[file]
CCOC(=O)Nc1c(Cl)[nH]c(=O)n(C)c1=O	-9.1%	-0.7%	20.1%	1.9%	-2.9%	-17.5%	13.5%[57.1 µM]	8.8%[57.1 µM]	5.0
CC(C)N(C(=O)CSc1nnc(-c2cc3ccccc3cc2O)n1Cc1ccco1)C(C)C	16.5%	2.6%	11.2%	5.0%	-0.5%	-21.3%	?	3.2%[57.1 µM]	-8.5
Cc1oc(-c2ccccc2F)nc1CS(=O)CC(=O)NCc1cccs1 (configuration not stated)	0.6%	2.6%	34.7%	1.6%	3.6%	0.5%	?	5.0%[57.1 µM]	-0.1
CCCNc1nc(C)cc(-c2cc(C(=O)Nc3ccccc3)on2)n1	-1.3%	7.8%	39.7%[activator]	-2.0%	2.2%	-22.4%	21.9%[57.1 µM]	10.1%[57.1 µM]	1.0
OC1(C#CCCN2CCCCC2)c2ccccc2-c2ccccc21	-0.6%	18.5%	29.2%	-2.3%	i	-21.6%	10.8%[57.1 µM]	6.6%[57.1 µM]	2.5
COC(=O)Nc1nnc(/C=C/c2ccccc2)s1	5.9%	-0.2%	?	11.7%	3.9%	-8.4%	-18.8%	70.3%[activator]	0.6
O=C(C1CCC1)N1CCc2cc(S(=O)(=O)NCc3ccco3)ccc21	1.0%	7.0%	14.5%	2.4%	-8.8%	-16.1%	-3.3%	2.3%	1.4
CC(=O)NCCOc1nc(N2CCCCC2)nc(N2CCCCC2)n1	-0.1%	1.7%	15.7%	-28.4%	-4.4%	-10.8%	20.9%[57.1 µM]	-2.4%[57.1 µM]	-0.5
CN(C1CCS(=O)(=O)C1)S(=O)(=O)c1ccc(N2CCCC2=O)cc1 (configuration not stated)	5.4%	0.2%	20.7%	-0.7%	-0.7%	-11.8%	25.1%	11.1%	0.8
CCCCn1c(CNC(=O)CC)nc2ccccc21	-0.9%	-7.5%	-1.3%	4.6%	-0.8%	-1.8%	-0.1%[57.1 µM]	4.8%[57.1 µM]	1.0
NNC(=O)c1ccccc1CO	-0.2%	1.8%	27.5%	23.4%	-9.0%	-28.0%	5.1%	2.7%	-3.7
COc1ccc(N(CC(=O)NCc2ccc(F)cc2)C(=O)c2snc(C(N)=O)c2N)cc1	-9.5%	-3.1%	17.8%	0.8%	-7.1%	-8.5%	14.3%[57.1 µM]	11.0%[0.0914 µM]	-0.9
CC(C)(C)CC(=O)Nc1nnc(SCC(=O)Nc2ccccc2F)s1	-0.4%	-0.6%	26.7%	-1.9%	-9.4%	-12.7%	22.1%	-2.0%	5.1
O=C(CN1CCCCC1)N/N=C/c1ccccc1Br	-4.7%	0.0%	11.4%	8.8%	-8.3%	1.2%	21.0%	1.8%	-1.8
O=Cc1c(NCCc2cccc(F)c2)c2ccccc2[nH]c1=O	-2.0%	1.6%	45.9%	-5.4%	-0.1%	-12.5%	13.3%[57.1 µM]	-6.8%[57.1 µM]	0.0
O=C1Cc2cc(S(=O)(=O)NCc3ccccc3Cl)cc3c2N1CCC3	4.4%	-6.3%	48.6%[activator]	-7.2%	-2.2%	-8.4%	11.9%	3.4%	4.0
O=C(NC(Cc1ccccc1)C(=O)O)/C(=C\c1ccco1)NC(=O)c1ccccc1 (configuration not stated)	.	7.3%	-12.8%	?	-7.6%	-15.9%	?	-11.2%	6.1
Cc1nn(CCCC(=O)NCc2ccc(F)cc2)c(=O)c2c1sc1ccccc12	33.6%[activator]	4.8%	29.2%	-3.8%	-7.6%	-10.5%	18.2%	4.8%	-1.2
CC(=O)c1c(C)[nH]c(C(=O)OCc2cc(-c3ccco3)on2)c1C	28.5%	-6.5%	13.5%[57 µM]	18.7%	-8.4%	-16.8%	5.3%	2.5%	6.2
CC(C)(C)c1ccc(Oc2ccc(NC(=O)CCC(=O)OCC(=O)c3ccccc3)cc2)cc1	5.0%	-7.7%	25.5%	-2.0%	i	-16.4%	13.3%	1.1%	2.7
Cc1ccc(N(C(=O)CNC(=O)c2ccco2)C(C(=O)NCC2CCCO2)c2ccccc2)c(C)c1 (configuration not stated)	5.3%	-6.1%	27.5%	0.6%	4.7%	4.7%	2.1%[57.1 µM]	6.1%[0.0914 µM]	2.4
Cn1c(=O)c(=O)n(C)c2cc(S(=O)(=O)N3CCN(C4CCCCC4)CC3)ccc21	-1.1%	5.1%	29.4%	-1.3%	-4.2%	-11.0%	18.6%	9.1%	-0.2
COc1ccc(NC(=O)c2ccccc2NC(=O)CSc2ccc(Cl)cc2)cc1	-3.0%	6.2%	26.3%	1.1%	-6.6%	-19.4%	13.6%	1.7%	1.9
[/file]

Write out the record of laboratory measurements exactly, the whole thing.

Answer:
CCOC(=O)Nc1c(Cl)[nH]c(=O)n(C)c1=O	-9.1%	-0.7%	20.1%	1.9%	-2.9%	-17.5%	13.5%[57.1 µM]	8.8%[57.1 µM]	5.0
CC(C)N(C(=O)CSc1nnc(-c2cc3ccccc3cc2O)n1Cc1ccco1)C(C)C	16.5%	2.6%	11.2%	5.0%	-0.5%	-21.3%	?	3.2%[57.1 µM]	-8.5
Cc1oc(-c2ccccc2F)nc1CS(=O)CC(=O)NCc1cccs1 (configuration not stated)	0.6%	2.6%	34.7%	1.6%	3.6%	0.5%	?	5.0%[57.1 µM]	-0.1
CCCNc1nc(C)cc(-c2cc(C(=O)Nc3ccccc3)on2)n1	-1.3%	7.8%	39.7%[activator]	-2.0%	2.2%	-22.4%	21.9%[57.1 µM]	10.1%[57.1 µM]	1.0
OC1(C#CCCN2CCCCC2)c2ccccc2-c2ccccc21	-0.6%	18.5%	29.2%	-2.3%	i	-21.6%	10.8%[57.1 µM]	6.6%[57.1 µM]	2.5
COC(=O)Nc1nnc(/C=C/c2ccccc2)s1	5.9%	-0.2%	?	11.7%	3.9%	-8.4%	-18.8%	70.3%[activator]	0.6
O=C(C1CCC1)N1CCc2cc(S(=O)(=O)NCc3ccco3)ccc21	1.0%	7.0%	14.5%	2.4%	-8.8%	-16.1%	-3.3%	2.3%	1.4
CC(=O)NCCOc1nc(N2CCCCC2)nc(N2CCCCC2)n1	-0.1%	1.7%	15.7%	-28.4%	-4.4%	-10.8%	20.9%[57.1 µM]	-2.4%[57.1 µM]	-0.5
CN(C1CCS(=O)(=O)C1)S(=O)(=O)c1ccc(N2CCCC2=O)cc1 (configuration not stated)	5.4%	0.2%	20.7%	-0.7%	-0.7%	-11.8%	25.1%	11.1%	0.8
CCCCn1c(CNC(=O)CC)nc2ccccc21	-0.9%	-7.5%	-1.3%	4.6%	-0.8%	-1.8%	-0.1%[57.1 µM]	4.8%[57.1 µM]	1.0
NNC(=O)c1ccccc1CO	-0.2%	1.8%	27.5%	23.4%	-9.0%	-28.0%	5.1%	2.7%	-3.7
COc1ccc(N(CC(=O)NCc2ccc(F)cc2)C(=O)c2snc(C(N)=O)c2N)cc1	-9.5%	-3.1%	17.8%	0.8%	-7.1%	-8.5%	14.3%[57.1 µM]	11.0%[0.0914 µM]	-0.9
CC(C)(C)CC(=O)Nc1nnc(SCC(=O)Nc2ccccc2F)s1	-0.4%	-0.6%	26.7%	-1.9%	-9.4%	-12.7%	22.1%	-2.0%	5.1
O=C(CN1CCCCC1)N/N=C/c1ccccc1Br	-4.7%	0.0%	11.4%	8.8%	-8.3%	1.2%	21.0%	1.8%	-1.8
O=Cc1c(NCCc2cccc(F)c2)c2ccccc2[nH]c1=O	-2.0%	1.6%	45.9%	-5.4%	-0.1%	-12.5%	13.3%[57.1 µM]	-6.8%[57.1 µM]	0.0
O=C1Cc2cc(S(=O)(=O)NCc3ccccc3Cl)cc3c2N1CCC3	4.4%	-6.3%	48.6%[activator]	-7.2%	-2.2%	-8.4%	11.9%	3.4%	4.0
O=C(NC(Cc1ccccc1)C(=O)O)/C(=C\c1ccco1)NC(=O)c1ccccc1 (configuration not stated)	.	7.3%	-12.8%	?	-7.6%	-15.9%	?	-11.2%	6.1
Cc1nn(CCCC(=O)NCc2ccc(F)cc2)c(=O)c2c1sc1ccccc12	33.6%[activator]	4.8%	29.2%	-3.8%	-7.6%	-10.5%	18.2%	4.8%	-1.2
CC(=O)c1c(C)[nH]c(C(=O)OCc2cc(-c3ccco3)on2)c1C	28.5%	-6.5%	13.5%[57 µM]	18.7%	-8.4%	-16.8%	5.3%	2.5%	6.2
CC(C)(C)c1ccc(Oc2ccc(NC(=O)CCC(=O)OCC(=O)c3ccccc3)cc2)cc1	5.0%	-7.7%	25.5%	-2.0%	i	-16.4%	13.3%	1.1%	2.7
Cc1ccc(N(C(=O)CNC(=O)c2ccco2)C(C(=O)NCC2CCCO2)c2ccccc2)c(C)c1 (configuration not stated)	5.3%	-6.1%	27.5%	0.6%	4.7%	4.7%	2.1%[57.1 µM]	6.1%[0.0914 µM]	2.4
Cn1c(=O)c(=O)n(C)c2cc(S(=O)(=O)N3CCN(C4CCCCC4)CC3)ccc21	-1.1%	5.1%	29.4%	-1.3%	-4.2%	-11.0%	18.6%	9.1%	-0.2
COc1ccc(NC(=O)c2ccccc2NC(=O)CSc2ccc(Cl)cc2)cc1	-3.0%	6.2%	26.3%	1.1%	-6.6%	-19.4%	13.6%	1.7%	1.9